Patient:  “So…….you really aren’t going to give me an antibiotic?”

Welcome to my world!!!  (That repeated banging sound is my head as it continues to hit my desk in frustration).

Here are a few things that everyone should know:

1.  A Medical Clinic is not a Burger King.  You don’t “Get it Your Way.”  The patient will be evaluated by a healthcare provider that has been trained for a long period of time, and has a license to practice medicine.  They are more experienced than your Aunt Martha, or some other loved one, that says you “need an antibiotic.”  The healthcare provider will let you know if an antibiotic is required or not.  Please listen to them!  You paid good money to see the person with all the degrees on the wall, so trust them.  They honestly have your best interests at heart and want to treat you appropriately.

2.  Antibiotic resistance is on the rise in the USA.  Because of the rampant misuse by healthcare providers handing out prescriptions for every little thing they see, we have a tremendously high resistance rate now.  (Yes, I am putting the blame squarely on the shoulders of the healthcare providers.  It is OUR fault this problem exists).  At every medical conference I have attended in the last 10 years, there is a class on Antibiotic Usage.  This class is usually begging healthcare providers to “stop the nonsense.”  Stop giving antibiotics when we know it is a virus or an allergy.  Stop giving in to the patient’s demands and do what we know is medically correct.  There will come a day in medicine when we will see bacteria not responding to antibiotics because the resistance is so high, and then we will all be in a world of “fecal matter.”  I already have elderly patients that come in with a urinary tract infection, and when the culture returns, the bacteria they have is resistant to every oral antibiotic out there.  We have to start them on IV antibiotics and sometimes send them to an infectious disease specialists.  Resistance is becoming a HUGE issue in medicine.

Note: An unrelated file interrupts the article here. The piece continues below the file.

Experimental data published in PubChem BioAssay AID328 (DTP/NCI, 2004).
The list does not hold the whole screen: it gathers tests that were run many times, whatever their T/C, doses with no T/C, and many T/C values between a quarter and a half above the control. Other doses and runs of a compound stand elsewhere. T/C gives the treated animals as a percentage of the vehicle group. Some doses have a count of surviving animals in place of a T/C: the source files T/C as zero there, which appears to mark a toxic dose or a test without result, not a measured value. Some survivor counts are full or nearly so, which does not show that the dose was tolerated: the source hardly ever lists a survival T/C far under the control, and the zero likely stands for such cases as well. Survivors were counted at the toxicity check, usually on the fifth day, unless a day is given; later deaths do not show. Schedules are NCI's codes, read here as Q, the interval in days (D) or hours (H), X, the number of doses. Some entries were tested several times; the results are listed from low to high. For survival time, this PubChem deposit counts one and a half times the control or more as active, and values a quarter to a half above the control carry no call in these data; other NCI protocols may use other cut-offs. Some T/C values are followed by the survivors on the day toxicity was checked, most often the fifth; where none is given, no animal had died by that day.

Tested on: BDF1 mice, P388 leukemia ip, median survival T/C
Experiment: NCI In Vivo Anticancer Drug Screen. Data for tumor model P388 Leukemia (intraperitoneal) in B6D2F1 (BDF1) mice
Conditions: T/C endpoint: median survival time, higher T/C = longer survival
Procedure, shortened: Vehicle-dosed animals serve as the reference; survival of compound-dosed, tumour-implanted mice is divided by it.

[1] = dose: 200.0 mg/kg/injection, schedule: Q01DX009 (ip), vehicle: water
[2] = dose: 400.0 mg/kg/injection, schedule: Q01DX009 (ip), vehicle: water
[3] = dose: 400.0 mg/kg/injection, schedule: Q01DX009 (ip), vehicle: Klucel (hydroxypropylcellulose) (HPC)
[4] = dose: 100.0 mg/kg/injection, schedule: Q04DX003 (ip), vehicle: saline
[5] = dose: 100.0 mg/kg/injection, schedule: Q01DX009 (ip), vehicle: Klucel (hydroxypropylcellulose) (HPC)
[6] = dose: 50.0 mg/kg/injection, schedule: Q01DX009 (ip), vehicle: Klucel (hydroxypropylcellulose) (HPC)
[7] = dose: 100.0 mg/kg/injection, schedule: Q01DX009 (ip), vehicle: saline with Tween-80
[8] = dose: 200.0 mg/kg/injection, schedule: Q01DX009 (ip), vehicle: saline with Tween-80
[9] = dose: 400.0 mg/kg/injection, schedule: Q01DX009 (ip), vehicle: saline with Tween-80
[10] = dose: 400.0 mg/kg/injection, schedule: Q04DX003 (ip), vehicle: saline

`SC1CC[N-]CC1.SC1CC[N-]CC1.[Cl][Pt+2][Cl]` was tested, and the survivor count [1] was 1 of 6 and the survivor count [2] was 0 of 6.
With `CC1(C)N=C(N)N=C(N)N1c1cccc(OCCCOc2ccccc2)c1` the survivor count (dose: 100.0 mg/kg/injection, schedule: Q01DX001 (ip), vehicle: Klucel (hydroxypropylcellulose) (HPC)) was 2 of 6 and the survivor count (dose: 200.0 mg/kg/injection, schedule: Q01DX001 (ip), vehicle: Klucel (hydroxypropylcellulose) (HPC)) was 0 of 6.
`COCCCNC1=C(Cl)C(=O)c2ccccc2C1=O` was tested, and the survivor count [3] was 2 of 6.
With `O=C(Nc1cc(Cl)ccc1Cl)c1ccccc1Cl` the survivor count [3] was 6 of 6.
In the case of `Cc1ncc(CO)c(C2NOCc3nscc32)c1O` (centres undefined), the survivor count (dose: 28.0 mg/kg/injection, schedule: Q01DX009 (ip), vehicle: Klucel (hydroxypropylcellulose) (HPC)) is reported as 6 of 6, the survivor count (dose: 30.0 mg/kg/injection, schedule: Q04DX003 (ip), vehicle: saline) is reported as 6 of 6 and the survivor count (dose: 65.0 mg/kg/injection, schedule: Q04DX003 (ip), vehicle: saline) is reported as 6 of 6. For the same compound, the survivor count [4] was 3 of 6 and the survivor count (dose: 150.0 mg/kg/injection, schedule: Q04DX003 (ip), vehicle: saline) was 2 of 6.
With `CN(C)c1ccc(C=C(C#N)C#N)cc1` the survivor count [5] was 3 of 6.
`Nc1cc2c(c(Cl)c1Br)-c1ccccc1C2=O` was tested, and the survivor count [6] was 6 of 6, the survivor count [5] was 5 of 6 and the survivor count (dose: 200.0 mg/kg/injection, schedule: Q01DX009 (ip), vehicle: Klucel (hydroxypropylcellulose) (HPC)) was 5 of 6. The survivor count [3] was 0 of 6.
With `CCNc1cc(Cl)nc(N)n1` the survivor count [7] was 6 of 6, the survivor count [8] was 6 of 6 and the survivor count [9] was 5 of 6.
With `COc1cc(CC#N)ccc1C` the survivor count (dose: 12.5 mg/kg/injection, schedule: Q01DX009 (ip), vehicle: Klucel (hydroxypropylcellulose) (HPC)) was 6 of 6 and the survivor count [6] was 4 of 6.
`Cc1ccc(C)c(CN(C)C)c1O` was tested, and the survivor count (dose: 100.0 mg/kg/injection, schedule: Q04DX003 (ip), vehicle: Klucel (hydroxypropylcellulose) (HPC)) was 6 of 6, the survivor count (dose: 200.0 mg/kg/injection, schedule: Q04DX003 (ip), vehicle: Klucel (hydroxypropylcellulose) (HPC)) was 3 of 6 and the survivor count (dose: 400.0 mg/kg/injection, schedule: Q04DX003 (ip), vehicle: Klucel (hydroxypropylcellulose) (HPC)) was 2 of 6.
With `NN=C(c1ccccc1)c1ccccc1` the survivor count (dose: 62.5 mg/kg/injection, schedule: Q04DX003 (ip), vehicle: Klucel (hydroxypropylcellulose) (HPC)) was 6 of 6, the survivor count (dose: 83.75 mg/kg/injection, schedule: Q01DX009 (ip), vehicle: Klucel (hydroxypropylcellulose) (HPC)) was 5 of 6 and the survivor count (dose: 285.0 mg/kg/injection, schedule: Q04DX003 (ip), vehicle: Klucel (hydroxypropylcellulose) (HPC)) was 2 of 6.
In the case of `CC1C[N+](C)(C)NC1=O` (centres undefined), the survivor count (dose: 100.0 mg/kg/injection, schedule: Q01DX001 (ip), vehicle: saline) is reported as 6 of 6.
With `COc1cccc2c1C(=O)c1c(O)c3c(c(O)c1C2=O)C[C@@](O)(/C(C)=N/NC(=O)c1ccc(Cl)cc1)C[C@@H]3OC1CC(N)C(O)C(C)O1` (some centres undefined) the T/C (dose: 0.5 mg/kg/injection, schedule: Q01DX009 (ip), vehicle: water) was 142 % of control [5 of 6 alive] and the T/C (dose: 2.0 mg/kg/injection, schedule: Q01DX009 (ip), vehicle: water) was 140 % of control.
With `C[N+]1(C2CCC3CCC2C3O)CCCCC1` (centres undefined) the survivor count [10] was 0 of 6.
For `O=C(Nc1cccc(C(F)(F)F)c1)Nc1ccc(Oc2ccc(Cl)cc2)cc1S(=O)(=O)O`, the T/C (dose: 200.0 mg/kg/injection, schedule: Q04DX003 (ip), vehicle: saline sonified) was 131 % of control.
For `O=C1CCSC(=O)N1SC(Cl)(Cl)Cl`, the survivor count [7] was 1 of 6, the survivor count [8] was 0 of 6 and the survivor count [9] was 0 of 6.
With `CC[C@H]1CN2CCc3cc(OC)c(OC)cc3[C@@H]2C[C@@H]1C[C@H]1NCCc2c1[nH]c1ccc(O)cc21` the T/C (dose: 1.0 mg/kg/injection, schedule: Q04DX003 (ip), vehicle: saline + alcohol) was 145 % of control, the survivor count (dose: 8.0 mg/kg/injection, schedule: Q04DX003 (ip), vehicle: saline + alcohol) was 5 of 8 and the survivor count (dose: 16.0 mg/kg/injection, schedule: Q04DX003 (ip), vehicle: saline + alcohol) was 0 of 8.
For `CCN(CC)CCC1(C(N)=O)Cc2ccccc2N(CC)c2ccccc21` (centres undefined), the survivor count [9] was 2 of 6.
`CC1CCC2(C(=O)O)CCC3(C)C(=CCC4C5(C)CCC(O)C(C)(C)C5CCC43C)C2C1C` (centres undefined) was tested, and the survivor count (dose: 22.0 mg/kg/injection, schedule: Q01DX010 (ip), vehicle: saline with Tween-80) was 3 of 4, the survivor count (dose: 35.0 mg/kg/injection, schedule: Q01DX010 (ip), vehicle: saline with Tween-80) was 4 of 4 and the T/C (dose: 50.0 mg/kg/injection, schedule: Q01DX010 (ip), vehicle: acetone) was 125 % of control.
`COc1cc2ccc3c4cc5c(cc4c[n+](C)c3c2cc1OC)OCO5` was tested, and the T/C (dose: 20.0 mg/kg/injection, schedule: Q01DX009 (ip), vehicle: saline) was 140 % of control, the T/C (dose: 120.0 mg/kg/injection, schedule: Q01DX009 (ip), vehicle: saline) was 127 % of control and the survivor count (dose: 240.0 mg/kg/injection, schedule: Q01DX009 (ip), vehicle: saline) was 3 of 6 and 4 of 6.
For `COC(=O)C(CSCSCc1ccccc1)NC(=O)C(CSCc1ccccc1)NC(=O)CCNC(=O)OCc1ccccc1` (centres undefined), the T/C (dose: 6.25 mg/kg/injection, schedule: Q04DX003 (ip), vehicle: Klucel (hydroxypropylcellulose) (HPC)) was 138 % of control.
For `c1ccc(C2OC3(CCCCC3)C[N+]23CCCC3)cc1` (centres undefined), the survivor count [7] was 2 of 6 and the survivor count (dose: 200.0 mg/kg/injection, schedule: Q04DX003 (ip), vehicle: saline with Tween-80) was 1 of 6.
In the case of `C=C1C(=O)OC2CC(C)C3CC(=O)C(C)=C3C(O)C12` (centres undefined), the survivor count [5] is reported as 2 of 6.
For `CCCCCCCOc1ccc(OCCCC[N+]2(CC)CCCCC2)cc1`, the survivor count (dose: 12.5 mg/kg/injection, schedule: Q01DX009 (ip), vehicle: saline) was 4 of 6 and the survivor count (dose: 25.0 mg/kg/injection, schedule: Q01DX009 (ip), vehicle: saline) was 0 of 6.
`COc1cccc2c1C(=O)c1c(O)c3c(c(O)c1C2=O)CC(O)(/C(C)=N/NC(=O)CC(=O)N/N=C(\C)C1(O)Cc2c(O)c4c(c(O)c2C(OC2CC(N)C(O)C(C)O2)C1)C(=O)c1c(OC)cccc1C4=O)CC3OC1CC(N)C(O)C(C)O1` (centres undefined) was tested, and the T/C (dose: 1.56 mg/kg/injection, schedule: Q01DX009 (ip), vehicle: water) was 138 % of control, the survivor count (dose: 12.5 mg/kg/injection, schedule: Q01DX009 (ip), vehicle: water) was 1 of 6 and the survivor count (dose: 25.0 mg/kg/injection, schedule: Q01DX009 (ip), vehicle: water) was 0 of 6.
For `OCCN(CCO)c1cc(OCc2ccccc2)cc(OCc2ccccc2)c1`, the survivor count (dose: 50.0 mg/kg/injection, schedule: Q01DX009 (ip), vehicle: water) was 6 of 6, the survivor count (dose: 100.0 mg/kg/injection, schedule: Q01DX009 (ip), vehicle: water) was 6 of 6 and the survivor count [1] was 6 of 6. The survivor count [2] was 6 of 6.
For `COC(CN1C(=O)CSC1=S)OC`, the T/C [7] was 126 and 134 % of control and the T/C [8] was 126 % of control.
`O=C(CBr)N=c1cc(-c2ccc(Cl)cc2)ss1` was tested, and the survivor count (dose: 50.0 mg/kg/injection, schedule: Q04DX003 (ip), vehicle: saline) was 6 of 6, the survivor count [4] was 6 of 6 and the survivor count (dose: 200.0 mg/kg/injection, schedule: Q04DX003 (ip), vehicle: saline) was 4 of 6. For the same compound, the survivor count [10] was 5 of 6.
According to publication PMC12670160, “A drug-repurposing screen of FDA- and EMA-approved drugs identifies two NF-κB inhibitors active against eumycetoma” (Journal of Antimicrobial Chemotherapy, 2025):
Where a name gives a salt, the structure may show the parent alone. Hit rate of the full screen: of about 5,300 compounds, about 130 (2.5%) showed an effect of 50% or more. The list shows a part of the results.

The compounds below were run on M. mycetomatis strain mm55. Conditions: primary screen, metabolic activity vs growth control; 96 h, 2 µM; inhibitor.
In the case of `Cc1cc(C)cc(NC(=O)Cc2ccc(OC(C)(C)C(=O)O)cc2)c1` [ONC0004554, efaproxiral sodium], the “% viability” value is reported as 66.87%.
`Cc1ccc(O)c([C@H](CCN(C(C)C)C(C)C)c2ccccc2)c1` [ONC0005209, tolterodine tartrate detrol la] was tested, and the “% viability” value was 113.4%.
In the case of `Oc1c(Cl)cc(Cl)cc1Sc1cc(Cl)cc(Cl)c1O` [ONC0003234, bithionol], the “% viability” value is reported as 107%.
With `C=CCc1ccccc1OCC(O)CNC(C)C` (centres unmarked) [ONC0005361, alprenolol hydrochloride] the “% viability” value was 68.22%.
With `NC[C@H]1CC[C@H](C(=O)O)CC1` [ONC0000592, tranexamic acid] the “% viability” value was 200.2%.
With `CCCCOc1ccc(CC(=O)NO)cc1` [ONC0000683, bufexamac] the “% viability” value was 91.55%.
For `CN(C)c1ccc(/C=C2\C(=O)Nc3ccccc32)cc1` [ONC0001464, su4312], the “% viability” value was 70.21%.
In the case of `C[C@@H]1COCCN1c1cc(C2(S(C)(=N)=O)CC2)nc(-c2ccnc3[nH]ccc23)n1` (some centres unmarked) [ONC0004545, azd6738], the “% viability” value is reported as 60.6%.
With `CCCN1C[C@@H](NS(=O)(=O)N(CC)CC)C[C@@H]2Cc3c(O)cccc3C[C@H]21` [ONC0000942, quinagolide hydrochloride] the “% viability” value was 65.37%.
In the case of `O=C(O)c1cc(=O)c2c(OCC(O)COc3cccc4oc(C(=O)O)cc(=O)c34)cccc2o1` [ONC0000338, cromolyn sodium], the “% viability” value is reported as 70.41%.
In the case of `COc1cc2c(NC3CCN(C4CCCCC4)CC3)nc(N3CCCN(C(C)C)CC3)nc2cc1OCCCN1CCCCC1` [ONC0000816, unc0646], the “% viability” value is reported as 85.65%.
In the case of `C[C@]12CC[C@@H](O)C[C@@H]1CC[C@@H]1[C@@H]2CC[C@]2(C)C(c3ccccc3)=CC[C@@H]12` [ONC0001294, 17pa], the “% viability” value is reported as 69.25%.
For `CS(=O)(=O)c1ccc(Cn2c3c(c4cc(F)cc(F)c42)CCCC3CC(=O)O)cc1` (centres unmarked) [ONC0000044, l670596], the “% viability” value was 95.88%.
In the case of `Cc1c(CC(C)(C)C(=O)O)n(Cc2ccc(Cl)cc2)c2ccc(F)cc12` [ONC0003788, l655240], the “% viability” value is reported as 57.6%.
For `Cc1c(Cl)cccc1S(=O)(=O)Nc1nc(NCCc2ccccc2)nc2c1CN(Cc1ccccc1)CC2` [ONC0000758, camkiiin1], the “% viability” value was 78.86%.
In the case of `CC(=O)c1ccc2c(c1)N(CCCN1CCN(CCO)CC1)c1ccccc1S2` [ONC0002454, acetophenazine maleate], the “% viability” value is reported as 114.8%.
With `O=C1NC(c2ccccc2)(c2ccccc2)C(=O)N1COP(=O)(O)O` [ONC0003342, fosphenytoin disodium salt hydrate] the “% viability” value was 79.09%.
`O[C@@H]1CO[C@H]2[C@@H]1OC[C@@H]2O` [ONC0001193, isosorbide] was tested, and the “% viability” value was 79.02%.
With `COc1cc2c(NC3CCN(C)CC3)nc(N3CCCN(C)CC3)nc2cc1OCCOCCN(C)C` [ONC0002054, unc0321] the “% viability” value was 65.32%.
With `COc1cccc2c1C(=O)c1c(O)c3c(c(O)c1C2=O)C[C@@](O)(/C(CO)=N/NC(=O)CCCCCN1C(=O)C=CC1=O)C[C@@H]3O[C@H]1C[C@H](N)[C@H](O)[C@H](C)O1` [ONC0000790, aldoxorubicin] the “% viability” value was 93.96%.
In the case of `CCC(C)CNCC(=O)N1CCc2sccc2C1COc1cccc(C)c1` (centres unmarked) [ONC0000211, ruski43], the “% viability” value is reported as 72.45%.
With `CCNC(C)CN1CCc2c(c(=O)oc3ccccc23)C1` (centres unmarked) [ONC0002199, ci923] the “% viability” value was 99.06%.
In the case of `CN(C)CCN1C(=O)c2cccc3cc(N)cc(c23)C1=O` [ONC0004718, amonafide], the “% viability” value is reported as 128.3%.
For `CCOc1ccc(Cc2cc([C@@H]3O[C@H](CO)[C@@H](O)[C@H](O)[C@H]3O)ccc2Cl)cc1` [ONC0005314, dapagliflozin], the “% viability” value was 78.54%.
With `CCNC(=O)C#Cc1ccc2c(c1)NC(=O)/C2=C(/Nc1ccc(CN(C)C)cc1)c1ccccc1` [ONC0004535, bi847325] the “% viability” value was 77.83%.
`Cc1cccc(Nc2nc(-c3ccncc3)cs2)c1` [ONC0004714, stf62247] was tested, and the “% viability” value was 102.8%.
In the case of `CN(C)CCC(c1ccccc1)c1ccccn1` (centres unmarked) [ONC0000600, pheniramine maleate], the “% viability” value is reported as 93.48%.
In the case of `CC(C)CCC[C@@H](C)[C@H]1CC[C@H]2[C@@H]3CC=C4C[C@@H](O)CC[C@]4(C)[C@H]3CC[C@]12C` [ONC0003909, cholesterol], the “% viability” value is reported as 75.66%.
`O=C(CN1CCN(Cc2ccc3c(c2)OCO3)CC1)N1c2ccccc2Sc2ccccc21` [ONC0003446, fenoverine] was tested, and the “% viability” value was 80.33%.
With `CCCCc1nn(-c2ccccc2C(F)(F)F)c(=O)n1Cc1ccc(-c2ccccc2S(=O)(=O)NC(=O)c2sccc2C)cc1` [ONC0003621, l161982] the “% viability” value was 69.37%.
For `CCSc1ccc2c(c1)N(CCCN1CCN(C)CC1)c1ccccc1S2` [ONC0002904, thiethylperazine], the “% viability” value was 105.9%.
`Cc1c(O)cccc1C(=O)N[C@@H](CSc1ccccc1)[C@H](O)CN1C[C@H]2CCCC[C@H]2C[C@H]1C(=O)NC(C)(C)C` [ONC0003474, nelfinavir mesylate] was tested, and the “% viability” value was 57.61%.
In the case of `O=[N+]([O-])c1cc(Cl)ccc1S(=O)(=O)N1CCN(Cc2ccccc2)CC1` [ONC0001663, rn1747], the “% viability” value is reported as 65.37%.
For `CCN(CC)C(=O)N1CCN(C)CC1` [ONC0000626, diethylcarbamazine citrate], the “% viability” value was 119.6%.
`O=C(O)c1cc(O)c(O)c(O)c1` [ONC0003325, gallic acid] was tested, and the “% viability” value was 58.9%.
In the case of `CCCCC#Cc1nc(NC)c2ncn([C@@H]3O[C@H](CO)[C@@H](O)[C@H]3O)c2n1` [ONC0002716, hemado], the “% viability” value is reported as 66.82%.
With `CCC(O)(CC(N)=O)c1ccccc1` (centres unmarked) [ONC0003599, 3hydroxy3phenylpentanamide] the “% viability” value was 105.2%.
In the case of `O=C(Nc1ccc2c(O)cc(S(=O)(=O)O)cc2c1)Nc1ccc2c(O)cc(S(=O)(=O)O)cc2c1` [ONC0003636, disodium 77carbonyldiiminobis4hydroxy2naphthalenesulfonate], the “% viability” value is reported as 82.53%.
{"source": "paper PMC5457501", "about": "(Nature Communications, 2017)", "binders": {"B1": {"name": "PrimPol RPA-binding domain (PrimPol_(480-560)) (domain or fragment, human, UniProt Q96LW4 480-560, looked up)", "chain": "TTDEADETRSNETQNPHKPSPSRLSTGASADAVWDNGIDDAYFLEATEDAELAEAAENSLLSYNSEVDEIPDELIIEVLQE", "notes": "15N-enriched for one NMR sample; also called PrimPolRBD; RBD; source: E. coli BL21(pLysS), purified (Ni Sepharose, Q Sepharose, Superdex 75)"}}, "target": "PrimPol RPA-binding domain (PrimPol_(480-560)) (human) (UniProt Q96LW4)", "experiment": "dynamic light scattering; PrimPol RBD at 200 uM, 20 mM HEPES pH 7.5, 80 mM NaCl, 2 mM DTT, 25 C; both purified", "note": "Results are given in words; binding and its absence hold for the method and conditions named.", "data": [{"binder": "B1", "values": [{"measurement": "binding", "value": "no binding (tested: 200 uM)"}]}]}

3.  Antibiotic usage comes with some problems.  They can cause upset stomachs, diarrhea, nausea, vaginal yeast infections, ringing of the ears, etc.  If you are on a birth control pill, you need to realize that the antibiotics may cause your birth control to be ineffective for a couple of months.  Antibiotics are not harmless, they have side effects.  Why would you risk that if it is not necessary?

4.  Most infections, even bacterial, can usually be defeated by the body’s own immune system.  In a healthy person, the lymph nodes will build antibodies to fight an infection.  This is how your body defeats viruses and it works pretty well for bacteria also.  Antibiotics are useful because they limit the severity and length of a bacterial infection, and they help us recover much more quickly.  For the very young and the very old, whose immune systems are not as strong, antibiotics can be lifesaving.  For the immune compromised, they are crucial.  How sad would it be if the resistance levels rose so high that antibiotics didn’t work?  We would see a catastrophic increase in death rates.